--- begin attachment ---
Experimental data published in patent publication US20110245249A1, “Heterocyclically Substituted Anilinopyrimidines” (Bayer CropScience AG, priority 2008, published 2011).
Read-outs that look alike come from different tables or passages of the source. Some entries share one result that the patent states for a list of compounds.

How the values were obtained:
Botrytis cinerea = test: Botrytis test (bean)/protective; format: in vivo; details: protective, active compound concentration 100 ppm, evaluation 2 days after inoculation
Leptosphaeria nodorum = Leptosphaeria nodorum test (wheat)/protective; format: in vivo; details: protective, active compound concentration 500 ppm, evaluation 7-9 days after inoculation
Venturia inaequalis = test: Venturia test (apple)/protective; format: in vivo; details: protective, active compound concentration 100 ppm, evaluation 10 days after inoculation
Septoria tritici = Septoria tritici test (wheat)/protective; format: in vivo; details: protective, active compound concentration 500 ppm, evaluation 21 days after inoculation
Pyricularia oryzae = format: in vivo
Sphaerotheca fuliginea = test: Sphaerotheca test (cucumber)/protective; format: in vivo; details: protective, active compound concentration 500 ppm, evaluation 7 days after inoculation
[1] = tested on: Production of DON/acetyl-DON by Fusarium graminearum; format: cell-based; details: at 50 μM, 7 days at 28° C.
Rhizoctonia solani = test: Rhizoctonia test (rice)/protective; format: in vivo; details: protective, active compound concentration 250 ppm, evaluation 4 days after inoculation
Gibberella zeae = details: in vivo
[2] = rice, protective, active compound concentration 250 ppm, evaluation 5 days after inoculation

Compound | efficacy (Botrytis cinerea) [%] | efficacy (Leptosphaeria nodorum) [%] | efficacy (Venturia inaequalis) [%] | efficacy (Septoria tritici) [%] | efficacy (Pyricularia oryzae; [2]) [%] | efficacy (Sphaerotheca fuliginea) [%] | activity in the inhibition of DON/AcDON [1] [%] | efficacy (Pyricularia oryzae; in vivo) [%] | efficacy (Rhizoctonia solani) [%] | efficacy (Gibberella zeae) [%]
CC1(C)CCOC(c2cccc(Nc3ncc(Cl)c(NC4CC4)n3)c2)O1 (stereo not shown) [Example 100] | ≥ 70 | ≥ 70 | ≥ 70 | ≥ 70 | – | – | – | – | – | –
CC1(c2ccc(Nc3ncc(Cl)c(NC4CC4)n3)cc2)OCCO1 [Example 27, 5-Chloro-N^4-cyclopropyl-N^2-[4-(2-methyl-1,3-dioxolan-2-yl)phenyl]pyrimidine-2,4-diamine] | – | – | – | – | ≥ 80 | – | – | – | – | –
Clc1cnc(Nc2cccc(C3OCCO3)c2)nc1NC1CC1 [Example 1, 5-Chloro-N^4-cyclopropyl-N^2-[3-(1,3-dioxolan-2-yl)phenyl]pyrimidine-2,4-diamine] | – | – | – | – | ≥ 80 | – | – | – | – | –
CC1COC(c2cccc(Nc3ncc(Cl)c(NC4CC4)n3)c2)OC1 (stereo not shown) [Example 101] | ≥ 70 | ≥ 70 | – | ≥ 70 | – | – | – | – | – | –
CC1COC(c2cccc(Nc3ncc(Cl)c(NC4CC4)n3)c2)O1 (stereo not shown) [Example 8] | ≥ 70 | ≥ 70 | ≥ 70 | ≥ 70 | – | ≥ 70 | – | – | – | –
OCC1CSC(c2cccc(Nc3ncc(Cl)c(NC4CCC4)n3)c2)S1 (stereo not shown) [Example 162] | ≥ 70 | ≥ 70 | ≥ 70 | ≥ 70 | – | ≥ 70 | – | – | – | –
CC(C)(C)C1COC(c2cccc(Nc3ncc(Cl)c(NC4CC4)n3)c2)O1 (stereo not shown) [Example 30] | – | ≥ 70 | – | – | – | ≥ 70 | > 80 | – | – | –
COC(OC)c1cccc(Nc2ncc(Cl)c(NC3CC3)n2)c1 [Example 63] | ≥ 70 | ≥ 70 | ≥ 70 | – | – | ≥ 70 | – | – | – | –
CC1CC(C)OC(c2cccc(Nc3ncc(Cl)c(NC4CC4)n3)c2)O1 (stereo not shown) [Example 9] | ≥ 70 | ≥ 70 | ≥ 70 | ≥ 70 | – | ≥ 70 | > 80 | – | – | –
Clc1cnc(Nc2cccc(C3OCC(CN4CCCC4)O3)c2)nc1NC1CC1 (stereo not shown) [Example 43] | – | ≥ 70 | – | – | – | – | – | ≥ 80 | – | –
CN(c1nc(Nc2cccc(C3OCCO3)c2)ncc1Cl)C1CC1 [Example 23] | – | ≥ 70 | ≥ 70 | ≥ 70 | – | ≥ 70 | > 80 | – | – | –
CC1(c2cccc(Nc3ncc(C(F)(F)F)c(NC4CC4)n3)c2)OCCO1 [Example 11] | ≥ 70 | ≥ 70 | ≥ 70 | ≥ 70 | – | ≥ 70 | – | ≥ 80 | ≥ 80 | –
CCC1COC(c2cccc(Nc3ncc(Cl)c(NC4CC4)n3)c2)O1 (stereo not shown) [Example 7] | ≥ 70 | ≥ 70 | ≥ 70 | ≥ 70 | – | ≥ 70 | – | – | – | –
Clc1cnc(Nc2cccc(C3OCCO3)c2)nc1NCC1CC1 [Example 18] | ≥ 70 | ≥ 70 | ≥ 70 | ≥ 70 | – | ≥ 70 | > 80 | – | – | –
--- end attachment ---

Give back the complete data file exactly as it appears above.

Experimental data published in patent publication US20110245249A1, “Heterocyclically Substituted Anilinopyrimidines” (Bayer CropScience AG, priority 2008, published 2011).
Read-outs that look alike come from different tables or passages of the source. Some entries share one result that the patent states for a list of compounds.

How the values were obtained:
Botrytis cinerea = test: Botrytis test (bean)/protective; format: in vivo; details: protective, active compound concentration 100 ppm, evaluation 2 days after inoculation
Leptosphaeria nodorum = Leptosphaeria nodorum test (wheat)/protective; format: in vivo; details: protective, active compound concentration 500 ppm, evaluation 7-9 days after inoculation
Venturia inaequalis = test: Venturia test (apple)/protective; format: in vivo; details: protective, active compound concentration 100 ppm, evaluation 10 days after inoculation
Septoria tritici = Septoria tritici test (wheat)/protective; format: in vivo; details: protective, active compound concentration 500 ppm, evaluation 21 days after inoculation
Pyricularia oryzae = format: in vivo
Sphaerotheca fuliginea = test: Sphaerotheca test (cucumber)/protective; format: in vivo; details: protective, active compound concentration 500 ppm, evaluation 7 days after inoculation
[1] = tested on: Production of DON/acetyl-DON by Fusarium graminearum; format: cell-based; details: at 50 μM, 7 days at 28° C.
Rhizoctonia solani = test: Rhizoctonia test (rice)/protective; format: in vivo; details: protective, active compound concentration 250 ppm, evaluation 4 days after inoculation
Gibberella zeae = details: in vivo
[2] = rice, protective, active compound concentration 250 ppm, evaluation 5 days after inoculation

Compound | efficacy (Botrytis cinerea) [%] | efficacy (Leptosphaeria nodorum) [%] | efficacy (Venturia inaequalis) [%] | efficacy (Septoria tritici) [%] | efficacy (Pyricularia oryzae; [2]) [%] | efficacy (Sphaerotheca fuliginea) [%] | activity in the inhibition of DON/AcDON [1] [%] | efficacy (Pyricularia oryzae; in vivo) [%] | efficacy (Rhizoctonia solani) [%] | efficacy (Gibberella zeae) [%]
CC1(C)CCOC(c2cccc(Nc3ncc(Cl)c(NC4CC4)n3)c2)O1 (stereo not shown) [Example 100] | ≥ 70 | ≥ 70 | ≥ 70 | ≥ 70 | – | – | – | – | – | –
CC1(c2ccc(Nc3ncc(Cl)c(NC4CC4)n3)cc2)OCCO1 [Example 27, 5-Chloro-N^4-cyclopropyl-N^2-[4-(2-methyl-1,3-dioxolan-2-yl)phenyl]pyrimidine-2,4-diamine] | – | – | – | – | ≥ 80 | – | – | – | – | –
Clc1cnc(Nc2cccc(C3OCCO3)c2)nc1NC1CC1 [Example 1, 5-Chloro-N^4-cyclopropyl-N^2-[3-(1,3-dioxolan-2-yl)phenyl]pyrimidine-2,4-diamine] | – | – | – | – | ≥ 80 | – | – | – | – | –
CC1COC(c2cccc(Nc3ncc(Cl)c(NC4CC4)n3)c2)OC1 (stereo not shown) [Example 101] | ≥ 70 | ≥ 70 | – | ≥ 70 | – | – | – | – | – | –
CC1COC(c2cccc(Nc3ncc(Cl)c(NC4CC4)n3)c2)O1 (stereo not shown) [Example 8] | ≥ 70 | ≥ 70 | ≥ 70 | ≥ 70 | – | ≥ 70 | – | – | – | –
OCC1CSC(c2cccc(Nc3ncc(Cl)c(NC4CCC4)n3)c2)S1 (stereo not shown) [Example 162] | ≥ 70 | ≥ 70 | ≥ 70 | ≥ 70 | – | ≥ 70 | – | – | – | –
CC(C)(C)C1COC(c2cccc(Nc3ncc(Cl)c(NC4CC4)n3)c2)O1 (stereo not shown) [Example 30] | – | ≥ 70 | – | – | – | ≥ 70 | > 80 | – | – | –
COC(OC)c1cccc(Nc2ncc(Cl)c(NC3CC3)n2)c1 [Example 63] | ≥ 70 | ≥ 70 | ≥ 70 | – | – | ≥ 70 | – | – | – | –
CC1CC(C)OC(c2cccc(Nc3ncc(Cl)c(NC4CC4)n3)c2)O1 (stereo not shown) [Example 9] | ≥ 70 | ≥ 70 | ≥ 70 | ≥ 70 | – | ≥ 70 | > 80 | – | – | –
Clc1cnc(Nc2cccc(C3OCC(CN4CCCC4)O3)c2)nc1NC1CC1 (stereo not shown) [Example 43] | – | ≥ 70 | – | – | – | – | – | ≥ 80 | – | –
CN(c1nc(Nc2cccc(C3OCCO3)c2)ncc1Cl)C1CC1 [Example 23] | – | ≥ 70 | ≥ 70 | ≥ 70 | – | ≥ 70 | > 80 | – | – | –
CC1(c2cccc(Nc3ncc(C(F)(F)F)c(NC4CC4)n3)c2)OCCO1 [Example 11] | ≥ 70 | ≥ 70 | ≥ 70 | ≥ 70 | – | ≥ 70 | – | ≥ 80 | ≥ 80 | –
CCC1COC(c2cccc(Nc3ncc(Cl)c(NC4CC4)n3)c2)O1 (stereo not shown) [Example 7] | ≥ 70 | ≥ 70 | ≥ 70 | ≥ 70 | – | ≥ 70 | – | – | – | –
Clc1cnc(Nc2cccc(C3OCCO3)c2)nc1NCC1CC1 [Example 18] | ≥ 70 | ≥ 70 | ≥ 70 | ≥ 70 | – | ≥ 70 | > 80 | – | – | –